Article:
ECONET MAKES A HARD SELL AS IT RAISES LOCAL FUNDS FOR KENYA OP

Mergers, Acquisitions and Financial Results

In a swift move aimed at winning buy-in from Kenya’s 2.5 million strong membership potential, Econet Wireless Kenya (EWK) last Thursday took advantage of a co-operative leaders forum in Nairobi to present a business case for a third mobile phone operator in Kenya.

Buoyed by last week’s dismissal of an appeal filed by the Kenya Telecommunication Investment Group (KTIG) with the Government’s Procurement and Appeals Board to annul the issuance of a third GSM licence to Econet, partners in the new GSM consortium appeared undeterred by the impending appeal in the High Court also filed by KTIG, an unsuccessful bidder that is seeking to have Communications Commission of Kenya (CCK) rescind its decision.

The bid for the third GSM operator in Kenya was won by Econet Wireless International of South Africa, acting in consortium with the Kenya National Federation of Co-operatives (KNFC) and other local investors. Last week, First Africa Capital put a strong business case to the Sacco leaders to invest in the company.

"It is important for co-operators to understand the workings of the local telecommunications sector and how it fits with the business case for EWK as a third mobile operator. That is what we were explaining to them," said Wanjiku Mugane, managing director, First Africa Capital, EWK’s lead financial adviser.

It is understood that immediately after winning the licence, co-operative leaders had tried selling the idea of buying shares in the company to the membership, but were unable in the absence of a prospectus to fully explain the implications, rationale and identity of the investment on their own.

Statistics show that there are about 10,000 co-operative societies with a membership totalling 2.5 million, controlling nearly Sh75 billion, both in savings and investments.

With the buy-in already obtained, it is therefore expected that the resource mobilisation process (which is, raising the requisite capital for licence fees, working capital and equipment rollout) is on course if the due process of law in court leaves the license in the hands of Econet.

Although Mugane could not be drawn into commenting on the share equity structure, it is expected that the same would be spread among Ushirika Communications, Econet Wireless International, Manga Mugwe’s Rapsel, Corporate Africa and institutional investors.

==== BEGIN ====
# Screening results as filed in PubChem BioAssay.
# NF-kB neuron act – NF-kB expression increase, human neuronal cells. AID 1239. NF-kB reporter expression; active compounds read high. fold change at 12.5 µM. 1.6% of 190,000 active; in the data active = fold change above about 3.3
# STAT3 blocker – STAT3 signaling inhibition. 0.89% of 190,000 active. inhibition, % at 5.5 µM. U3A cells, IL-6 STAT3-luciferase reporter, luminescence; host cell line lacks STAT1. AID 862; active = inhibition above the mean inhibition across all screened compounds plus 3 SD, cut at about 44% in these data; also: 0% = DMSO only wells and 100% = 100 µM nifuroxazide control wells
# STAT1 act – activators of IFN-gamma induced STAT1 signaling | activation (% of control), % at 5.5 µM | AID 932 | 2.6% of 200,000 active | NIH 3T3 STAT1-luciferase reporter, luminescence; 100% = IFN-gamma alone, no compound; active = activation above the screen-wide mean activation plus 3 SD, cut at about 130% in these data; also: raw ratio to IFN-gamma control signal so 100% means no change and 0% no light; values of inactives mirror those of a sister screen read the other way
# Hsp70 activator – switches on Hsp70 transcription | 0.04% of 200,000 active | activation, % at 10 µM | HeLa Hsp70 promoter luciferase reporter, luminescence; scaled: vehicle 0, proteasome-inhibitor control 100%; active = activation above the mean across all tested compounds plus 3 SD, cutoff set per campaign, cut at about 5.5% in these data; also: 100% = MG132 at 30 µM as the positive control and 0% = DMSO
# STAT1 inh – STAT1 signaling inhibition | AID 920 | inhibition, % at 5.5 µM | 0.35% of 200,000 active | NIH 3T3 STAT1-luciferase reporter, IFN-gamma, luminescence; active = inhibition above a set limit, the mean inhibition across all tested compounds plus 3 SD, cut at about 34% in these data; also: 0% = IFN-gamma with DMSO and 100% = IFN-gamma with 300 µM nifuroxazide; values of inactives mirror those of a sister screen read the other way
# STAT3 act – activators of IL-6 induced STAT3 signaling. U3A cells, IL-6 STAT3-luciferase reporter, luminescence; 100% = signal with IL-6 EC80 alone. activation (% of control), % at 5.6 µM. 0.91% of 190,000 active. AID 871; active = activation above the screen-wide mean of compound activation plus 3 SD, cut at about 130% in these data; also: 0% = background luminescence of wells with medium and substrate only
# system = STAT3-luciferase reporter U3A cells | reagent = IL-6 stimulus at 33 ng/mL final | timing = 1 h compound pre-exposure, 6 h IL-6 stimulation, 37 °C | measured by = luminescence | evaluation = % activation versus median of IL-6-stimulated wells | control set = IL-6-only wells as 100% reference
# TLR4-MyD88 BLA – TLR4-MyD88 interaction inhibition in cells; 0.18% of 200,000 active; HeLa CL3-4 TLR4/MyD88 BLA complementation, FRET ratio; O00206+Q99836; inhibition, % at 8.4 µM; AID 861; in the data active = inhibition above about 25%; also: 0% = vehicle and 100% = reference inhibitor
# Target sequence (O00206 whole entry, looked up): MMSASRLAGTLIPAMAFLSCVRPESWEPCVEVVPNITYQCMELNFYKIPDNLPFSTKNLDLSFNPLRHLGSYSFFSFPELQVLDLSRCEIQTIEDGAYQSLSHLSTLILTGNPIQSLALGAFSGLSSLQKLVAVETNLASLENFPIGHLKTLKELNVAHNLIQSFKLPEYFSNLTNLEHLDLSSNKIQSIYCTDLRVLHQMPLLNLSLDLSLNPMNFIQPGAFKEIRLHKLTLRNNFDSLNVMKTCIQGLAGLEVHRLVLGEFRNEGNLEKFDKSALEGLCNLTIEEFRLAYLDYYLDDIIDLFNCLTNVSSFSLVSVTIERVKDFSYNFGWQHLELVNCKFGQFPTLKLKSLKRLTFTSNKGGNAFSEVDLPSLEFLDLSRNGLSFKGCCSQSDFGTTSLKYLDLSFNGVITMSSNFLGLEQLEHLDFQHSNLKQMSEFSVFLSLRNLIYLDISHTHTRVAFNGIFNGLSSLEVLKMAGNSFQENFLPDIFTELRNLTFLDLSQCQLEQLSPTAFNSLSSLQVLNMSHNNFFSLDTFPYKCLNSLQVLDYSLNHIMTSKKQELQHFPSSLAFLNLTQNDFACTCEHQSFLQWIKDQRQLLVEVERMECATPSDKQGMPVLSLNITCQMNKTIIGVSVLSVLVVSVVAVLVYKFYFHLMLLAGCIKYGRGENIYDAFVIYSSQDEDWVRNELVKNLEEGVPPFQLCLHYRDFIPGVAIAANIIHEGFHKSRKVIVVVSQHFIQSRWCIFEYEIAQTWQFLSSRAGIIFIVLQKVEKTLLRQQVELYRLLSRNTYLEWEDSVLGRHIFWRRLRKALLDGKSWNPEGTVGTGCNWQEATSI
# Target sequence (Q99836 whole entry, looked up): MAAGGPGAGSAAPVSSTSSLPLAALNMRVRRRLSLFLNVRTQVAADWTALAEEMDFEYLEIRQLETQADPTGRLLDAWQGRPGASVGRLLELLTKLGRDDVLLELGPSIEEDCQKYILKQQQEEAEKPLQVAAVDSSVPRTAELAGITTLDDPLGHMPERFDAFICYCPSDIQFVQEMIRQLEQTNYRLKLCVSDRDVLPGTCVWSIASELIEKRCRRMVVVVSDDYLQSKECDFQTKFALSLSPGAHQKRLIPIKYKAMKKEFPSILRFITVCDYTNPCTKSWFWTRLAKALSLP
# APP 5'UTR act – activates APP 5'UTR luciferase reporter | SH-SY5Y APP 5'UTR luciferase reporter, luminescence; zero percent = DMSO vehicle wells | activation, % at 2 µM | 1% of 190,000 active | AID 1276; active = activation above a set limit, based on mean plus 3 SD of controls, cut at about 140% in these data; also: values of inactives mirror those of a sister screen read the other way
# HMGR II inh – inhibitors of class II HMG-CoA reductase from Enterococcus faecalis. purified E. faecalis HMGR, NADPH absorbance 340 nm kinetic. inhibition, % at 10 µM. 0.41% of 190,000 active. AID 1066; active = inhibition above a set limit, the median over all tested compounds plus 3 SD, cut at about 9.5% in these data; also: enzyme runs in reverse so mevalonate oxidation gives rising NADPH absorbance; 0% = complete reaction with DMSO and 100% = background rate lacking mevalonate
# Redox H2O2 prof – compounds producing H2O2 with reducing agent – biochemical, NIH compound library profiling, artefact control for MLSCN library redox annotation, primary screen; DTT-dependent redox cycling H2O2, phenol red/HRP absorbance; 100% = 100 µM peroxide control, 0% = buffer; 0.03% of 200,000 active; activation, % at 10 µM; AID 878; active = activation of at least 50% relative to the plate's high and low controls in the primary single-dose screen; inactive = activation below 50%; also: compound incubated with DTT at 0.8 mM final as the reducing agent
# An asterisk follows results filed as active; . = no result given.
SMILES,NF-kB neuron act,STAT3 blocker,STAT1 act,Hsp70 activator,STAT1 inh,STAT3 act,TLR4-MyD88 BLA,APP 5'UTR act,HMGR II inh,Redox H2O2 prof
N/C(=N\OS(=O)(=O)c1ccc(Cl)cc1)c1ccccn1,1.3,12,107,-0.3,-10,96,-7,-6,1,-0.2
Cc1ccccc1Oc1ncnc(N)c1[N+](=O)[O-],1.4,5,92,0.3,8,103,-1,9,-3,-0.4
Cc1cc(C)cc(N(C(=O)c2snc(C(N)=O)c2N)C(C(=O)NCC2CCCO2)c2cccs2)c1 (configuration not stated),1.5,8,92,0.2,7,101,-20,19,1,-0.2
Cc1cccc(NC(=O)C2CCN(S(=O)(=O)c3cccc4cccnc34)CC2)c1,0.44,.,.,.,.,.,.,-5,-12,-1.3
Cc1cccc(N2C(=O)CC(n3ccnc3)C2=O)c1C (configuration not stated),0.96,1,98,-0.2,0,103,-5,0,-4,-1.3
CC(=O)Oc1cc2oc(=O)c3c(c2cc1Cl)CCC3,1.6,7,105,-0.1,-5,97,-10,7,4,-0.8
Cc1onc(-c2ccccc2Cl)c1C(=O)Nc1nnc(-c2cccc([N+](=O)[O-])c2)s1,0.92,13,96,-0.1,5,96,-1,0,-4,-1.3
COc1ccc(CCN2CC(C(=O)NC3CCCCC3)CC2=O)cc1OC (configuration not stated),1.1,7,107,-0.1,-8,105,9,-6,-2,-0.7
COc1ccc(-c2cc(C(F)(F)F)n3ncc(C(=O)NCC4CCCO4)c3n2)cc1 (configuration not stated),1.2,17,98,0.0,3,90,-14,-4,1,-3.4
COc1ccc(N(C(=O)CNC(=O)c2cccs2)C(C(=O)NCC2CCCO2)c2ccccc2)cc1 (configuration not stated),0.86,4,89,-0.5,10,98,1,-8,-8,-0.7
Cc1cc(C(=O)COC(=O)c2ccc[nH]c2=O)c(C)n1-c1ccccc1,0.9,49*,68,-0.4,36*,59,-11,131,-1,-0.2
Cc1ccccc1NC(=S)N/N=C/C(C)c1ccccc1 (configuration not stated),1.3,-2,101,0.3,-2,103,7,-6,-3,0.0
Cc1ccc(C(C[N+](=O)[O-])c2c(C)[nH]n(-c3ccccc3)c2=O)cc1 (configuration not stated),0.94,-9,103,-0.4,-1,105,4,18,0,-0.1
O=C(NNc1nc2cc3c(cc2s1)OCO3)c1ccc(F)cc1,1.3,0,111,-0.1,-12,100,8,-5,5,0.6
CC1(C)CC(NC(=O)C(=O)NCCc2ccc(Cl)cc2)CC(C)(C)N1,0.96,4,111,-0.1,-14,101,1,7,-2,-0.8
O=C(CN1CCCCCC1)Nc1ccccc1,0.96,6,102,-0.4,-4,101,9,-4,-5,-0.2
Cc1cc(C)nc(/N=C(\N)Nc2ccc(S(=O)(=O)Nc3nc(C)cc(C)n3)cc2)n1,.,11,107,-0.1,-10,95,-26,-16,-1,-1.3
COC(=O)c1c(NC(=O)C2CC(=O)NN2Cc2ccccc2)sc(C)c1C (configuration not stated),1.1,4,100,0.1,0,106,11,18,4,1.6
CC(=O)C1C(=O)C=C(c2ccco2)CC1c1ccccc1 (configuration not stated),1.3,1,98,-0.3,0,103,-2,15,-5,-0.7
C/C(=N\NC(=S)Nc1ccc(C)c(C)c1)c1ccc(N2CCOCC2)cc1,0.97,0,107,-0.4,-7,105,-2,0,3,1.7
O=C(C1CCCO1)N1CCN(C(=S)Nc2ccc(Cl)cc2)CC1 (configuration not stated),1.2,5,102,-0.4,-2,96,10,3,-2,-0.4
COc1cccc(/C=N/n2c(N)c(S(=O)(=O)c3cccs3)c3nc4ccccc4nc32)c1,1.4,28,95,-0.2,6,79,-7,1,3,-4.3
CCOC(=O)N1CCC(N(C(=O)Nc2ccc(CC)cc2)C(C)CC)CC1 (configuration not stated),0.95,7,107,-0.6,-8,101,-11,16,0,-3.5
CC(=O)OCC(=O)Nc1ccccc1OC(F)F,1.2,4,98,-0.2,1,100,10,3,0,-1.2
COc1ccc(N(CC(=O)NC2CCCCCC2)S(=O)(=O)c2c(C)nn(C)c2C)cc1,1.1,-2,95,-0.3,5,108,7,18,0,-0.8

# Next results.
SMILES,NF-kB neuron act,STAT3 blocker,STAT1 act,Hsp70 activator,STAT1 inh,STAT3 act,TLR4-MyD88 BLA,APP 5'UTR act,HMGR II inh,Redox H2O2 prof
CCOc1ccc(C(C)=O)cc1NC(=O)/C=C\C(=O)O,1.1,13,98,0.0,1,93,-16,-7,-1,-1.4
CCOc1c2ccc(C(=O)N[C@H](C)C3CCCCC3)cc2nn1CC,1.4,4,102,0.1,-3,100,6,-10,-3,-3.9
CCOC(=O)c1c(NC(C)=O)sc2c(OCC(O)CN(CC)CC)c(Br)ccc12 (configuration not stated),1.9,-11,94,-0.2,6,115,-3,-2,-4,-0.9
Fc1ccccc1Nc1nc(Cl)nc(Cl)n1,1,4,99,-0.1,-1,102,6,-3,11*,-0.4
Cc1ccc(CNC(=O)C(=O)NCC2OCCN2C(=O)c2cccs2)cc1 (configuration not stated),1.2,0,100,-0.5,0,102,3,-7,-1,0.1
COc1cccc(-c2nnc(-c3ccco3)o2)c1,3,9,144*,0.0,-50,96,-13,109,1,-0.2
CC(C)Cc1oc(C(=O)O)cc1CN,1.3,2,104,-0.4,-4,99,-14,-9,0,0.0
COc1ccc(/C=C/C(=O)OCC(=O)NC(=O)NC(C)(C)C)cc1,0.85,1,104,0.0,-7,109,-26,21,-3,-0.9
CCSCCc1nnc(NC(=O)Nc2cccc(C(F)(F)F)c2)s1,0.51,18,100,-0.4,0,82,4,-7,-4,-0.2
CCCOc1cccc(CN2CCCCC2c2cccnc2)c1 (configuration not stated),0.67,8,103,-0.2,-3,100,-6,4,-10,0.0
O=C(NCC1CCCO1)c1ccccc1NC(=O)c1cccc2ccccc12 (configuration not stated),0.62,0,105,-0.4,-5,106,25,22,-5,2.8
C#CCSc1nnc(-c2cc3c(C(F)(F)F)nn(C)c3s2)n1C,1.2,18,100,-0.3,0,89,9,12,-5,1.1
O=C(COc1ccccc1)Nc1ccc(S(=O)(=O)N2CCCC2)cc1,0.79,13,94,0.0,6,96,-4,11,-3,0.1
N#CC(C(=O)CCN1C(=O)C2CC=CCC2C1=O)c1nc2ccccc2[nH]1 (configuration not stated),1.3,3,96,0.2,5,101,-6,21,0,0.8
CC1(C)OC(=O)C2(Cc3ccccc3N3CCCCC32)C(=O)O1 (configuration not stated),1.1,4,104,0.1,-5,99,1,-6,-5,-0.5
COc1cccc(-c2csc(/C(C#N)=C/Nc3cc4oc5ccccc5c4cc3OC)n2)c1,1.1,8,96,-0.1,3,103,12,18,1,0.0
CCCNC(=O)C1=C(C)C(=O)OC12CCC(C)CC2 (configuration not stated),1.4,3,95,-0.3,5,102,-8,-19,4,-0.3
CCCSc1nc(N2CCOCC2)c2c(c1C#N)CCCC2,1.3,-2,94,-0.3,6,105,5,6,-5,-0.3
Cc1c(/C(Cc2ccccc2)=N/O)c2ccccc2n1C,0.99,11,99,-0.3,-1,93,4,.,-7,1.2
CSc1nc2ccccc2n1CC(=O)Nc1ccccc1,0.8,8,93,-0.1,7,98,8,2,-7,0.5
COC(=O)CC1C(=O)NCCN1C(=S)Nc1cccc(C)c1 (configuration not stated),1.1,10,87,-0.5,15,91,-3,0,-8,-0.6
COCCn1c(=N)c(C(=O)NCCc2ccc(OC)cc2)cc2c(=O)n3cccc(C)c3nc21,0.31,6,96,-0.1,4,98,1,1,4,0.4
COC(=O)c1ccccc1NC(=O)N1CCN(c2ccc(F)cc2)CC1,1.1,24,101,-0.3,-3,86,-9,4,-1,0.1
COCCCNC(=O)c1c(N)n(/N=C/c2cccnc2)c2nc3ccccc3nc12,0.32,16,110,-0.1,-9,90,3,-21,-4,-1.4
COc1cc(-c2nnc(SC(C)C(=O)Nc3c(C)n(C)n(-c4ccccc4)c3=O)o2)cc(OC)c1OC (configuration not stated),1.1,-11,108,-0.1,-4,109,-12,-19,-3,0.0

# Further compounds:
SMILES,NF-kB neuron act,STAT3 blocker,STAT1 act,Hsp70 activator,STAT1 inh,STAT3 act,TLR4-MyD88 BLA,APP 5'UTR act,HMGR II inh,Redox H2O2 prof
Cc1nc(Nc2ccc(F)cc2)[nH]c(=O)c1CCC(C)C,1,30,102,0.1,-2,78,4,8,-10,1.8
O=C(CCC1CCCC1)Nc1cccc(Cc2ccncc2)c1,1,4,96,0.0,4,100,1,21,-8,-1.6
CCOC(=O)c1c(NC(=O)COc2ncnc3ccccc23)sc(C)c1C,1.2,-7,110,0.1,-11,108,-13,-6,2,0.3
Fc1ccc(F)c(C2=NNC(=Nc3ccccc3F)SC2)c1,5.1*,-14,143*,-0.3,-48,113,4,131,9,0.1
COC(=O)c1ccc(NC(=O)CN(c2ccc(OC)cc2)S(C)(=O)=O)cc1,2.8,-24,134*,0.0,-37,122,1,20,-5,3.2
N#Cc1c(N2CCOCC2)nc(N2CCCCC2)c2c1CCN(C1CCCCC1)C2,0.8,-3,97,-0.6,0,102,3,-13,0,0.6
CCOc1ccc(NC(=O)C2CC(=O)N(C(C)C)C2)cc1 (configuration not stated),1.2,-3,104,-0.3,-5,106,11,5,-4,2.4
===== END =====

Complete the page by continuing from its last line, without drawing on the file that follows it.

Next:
"The share structure will have to change. It would definitely be different from what has been reported in the media," said Mugane without elaborating.

The financial advisors said that a prospectus detailing the investment would be available to all subscribers in due course. They also revealed that Econet is in talks to register an over the counter market for shareholders to trade their shares.

Among the reasons given as the pointers to EWK’s successful entry include: intercontinental experience of the technical partner (EWI operates in Africa and UK); absence of legacy baggage (meaning, as a new company product differentiation is enhanced); the global fall in GSM equipment costs and new technology; the existence of a supportive regulatory environment that among other things, has the possibility of allowing the new Telco to share in Telkom or KPLC’s existing infrastructure and, the experience of late entrants in other markets and growth rate of Kenya’s mobile telephony market.

In addition, although growth in mobile telephony sector since 1998 has been phenomenal from just over 10,000 subscribers to over 1.5 million in March 2003, (equivalent to a 220 per cent compound annual growth rate), statistics from the CCK show that current demand stands at between 4.7 million and 9.4 million.

Industry analysts argue that the high levels of returns on investment by Safaricom and the growth in mobile subscribers achieved by the incumbent operators coupled with high projected demand, suggests that there is further room for investment in the mobile telephony sector in which even a third mobile operator will find attractive returns.

For instance, the un-audited results for Safaricom for the six months ending September 30, 2003 showed an operating margin of 30 per cent, which was unchanged from that for the six month period ended September 30, 2002, and a net profit margin of 17 per cent up from 11 per cent in September 30, 2002.

"This performance translates into an annualised return on equity (ROE) of 46 per cent, assuming that this performance is upheld up to March 31, 2004, said an ICT expert.

Mugane maintains that the argument for a third mobile operator is compelling, and is best answered by whether existing operators earn sufficiently high return on their capital to allow a new entrant to bring in more capital and earn a good return.

Financial Standard